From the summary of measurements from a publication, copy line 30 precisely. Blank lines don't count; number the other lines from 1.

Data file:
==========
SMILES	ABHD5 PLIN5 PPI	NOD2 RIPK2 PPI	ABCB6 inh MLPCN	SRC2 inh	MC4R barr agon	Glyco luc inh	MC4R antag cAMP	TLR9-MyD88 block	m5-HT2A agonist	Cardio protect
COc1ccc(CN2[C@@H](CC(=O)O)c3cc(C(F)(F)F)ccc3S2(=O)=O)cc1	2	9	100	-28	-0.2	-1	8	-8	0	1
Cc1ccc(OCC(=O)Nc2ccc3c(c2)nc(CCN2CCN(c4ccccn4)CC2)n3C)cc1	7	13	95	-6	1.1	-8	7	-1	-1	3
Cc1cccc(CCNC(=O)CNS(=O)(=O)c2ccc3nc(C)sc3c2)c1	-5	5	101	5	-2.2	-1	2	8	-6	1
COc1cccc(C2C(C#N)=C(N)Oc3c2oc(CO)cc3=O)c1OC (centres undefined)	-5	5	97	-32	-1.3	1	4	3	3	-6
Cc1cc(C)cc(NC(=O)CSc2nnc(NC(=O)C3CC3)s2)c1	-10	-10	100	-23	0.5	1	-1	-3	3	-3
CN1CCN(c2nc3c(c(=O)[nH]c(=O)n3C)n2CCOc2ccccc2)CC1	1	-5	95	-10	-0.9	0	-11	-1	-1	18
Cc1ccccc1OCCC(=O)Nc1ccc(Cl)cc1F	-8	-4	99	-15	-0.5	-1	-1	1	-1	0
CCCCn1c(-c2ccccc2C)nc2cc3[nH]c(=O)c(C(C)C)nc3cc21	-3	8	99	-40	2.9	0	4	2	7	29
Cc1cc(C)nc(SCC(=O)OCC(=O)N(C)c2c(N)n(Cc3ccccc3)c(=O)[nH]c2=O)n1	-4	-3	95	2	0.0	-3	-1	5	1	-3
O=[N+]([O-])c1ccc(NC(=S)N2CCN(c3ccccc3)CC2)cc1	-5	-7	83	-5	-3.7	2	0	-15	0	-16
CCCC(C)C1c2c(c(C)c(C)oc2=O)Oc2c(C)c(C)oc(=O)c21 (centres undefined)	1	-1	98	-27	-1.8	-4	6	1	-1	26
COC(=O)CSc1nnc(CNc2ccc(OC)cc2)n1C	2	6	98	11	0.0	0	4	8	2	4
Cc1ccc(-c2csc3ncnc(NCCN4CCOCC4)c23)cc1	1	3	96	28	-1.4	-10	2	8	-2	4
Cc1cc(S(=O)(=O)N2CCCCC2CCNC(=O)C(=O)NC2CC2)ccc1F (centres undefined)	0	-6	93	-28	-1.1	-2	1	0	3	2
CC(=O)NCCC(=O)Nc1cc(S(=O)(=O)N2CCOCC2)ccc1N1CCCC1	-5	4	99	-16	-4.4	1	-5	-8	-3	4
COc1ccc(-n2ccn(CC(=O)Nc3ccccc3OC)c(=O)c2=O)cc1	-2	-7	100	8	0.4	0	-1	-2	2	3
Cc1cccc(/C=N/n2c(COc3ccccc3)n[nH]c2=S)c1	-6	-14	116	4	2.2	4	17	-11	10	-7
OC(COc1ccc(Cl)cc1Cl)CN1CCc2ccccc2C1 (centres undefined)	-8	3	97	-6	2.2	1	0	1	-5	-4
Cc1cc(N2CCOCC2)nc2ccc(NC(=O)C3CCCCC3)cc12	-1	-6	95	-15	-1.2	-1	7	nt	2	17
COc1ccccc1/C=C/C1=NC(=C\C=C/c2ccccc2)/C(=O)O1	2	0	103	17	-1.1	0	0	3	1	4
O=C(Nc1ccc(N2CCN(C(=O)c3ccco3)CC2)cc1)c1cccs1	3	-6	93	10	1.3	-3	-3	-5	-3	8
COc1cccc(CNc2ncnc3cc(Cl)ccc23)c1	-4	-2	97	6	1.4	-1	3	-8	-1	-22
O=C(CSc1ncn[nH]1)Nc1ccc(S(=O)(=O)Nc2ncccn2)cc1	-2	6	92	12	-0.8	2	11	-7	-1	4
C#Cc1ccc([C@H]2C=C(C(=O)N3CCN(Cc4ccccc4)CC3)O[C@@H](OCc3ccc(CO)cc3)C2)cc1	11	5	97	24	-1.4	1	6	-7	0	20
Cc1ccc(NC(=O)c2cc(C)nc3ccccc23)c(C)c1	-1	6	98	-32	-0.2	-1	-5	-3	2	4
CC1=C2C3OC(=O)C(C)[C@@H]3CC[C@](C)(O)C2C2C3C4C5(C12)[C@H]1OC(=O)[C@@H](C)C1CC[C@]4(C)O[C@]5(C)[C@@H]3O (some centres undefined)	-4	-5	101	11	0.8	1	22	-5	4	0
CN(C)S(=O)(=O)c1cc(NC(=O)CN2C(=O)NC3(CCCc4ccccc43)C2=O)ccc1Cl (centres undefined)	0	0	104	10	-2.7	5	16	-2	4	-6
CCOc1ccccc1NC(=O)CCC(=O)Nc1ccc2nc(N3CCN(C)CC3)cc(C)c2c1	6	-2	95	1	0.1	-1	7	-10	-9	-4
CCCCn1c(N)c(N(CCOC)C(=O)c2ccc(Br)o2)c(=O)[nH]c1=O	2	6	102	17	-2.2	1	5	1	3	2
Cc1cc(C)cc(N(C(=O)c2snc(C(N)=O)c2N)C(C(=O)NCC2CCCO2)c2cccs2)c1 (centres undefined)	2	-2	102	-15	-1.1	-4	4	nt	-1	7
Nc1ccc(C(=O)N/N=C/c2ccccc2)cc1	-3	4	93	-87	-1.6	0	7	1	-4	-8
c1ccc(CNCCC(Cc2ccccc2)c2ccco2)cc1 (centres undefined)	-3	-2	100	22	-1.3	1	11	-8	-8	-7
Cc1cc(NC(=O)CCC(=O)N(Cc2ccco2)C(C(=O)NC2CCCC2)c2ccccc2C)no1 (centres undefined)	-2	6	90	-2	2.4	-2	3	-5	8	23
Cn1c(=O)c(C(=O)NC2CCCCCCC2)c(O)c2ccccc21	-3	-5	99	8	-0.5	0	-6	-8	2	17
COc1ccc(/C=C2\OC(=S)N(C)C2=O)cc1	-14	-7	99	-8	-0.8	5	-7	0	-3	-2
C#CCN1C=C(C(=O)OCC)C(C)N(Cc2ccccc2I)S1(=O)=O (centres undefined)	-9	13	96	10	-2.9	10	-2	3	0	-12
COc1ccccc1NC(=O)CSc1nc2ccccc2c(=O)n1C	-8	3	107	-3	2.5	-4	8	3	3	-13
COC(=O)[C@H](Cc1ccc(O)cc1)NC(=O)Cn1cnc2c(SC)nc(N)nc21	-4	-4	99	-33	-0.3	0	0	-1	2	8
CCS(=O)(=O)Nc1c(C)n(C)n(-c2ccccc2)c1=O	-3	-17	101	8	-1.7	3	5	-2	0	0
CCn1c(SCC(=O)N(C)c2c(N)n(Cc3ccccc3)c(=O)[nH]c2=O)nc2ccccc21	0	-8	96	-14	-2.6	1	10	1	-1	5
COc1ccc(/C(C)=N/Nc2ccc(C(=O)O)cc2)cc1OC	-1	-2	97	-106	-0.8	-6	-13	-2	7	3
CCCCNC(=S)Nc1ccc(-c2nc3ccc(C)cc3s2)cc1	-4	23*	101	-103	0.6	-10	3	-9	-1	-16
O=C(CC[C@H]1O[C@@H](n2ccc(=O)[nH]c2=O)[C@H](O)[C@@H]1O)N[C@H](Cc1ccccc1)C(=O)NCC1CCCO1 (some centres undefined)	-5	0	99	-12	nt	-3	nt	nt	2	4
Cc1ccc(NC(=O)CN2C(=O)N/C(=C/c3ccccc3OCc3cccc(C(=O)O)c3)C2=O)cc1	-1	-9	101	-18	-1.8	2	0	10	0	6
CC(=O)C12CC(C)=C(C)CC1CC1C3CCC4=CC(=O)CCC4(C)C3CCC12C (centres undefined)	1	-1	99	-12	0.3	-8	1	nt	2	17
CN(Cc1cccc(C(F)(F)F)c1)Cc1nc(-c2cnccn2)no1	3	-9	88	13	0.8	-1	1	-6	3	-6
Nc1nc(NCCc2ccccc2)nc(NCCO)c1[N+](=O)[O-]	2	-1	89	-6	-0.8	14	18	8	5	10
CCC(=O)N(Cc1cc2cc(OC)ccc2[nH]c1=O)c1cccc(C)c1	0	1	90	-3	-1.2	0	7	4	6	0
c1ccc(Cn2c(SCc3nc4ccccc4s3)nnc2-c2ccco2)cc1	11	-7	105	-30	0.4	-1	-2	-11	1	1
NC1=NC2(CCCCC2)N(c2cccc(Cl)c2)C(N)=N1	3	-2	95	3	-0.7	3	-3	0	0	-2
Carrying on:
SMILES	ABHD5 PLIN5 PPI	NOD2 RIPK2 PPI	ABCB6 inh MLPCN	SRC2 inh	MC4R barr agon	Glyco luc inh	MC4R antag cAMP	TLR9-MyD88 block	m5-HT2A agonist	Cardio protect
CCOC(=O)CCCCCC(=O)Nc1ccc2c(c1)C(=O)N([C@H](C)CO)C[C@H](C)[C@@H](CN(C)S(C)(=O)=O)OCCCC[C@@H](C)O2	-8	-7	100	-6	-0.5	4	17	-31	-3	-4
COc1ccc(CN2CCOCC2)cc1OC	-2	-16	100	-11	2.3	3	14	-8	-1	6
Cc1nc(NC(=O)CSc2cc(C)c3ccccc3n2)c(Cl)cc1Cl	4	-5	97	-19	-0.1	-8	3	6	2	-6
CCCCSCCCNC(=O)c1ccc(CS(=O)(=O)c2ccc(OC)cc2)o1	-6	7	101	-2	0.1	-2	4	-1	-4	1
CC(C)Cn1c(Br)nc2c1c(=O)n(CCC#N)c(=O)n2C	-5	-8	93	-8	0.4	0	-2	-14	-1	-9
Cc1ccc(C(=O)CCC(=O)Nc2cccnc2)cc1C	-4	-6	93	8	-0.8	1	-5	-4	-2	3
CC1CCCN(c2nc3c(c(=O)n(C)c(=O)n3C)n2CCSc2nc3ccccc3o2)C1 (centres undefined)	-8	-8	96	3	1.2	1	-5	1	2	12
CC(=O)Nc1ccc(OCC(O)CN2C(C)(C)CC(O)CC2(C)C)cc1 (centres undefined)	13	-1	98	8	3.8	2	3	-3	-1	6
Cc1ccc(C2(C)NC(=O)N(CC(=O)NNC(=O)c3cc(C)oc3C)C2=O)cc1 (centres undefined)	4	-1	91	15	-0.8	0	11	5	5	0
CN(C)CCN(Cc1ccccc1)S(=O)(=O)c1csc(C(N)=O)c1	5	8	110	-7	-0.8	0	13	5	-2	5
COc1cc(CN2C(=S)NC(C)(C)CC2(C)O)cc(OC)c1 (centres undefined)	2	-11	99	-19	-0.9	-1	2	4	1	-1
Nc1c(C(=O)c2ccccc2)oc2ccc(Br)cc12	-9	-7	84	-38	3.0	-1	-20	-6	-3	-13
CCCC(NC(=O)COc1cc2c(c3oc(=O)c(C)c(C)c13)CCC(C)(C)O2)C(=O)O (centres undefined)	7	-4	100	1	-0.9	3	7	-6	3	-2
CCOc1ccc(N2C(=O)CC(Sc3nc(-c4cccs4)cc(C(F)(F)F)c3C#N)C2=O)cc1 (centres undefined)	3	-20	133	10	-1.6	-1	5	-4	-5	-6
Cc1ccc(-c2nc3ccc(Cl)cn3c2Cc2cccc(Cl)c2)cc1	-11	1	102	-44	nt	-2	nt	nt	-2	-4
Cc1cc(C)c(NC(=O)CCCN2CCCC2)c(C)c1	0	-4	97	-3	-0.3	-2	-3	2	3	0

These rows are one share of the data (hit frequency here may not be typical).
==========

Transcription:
CCCCn1c(N)c(N(CCOC)C(=O)c2ccc(Br)o2)c(=O)[nH]c1=O	2	6	102	17	-2.2	1	5	1	3	2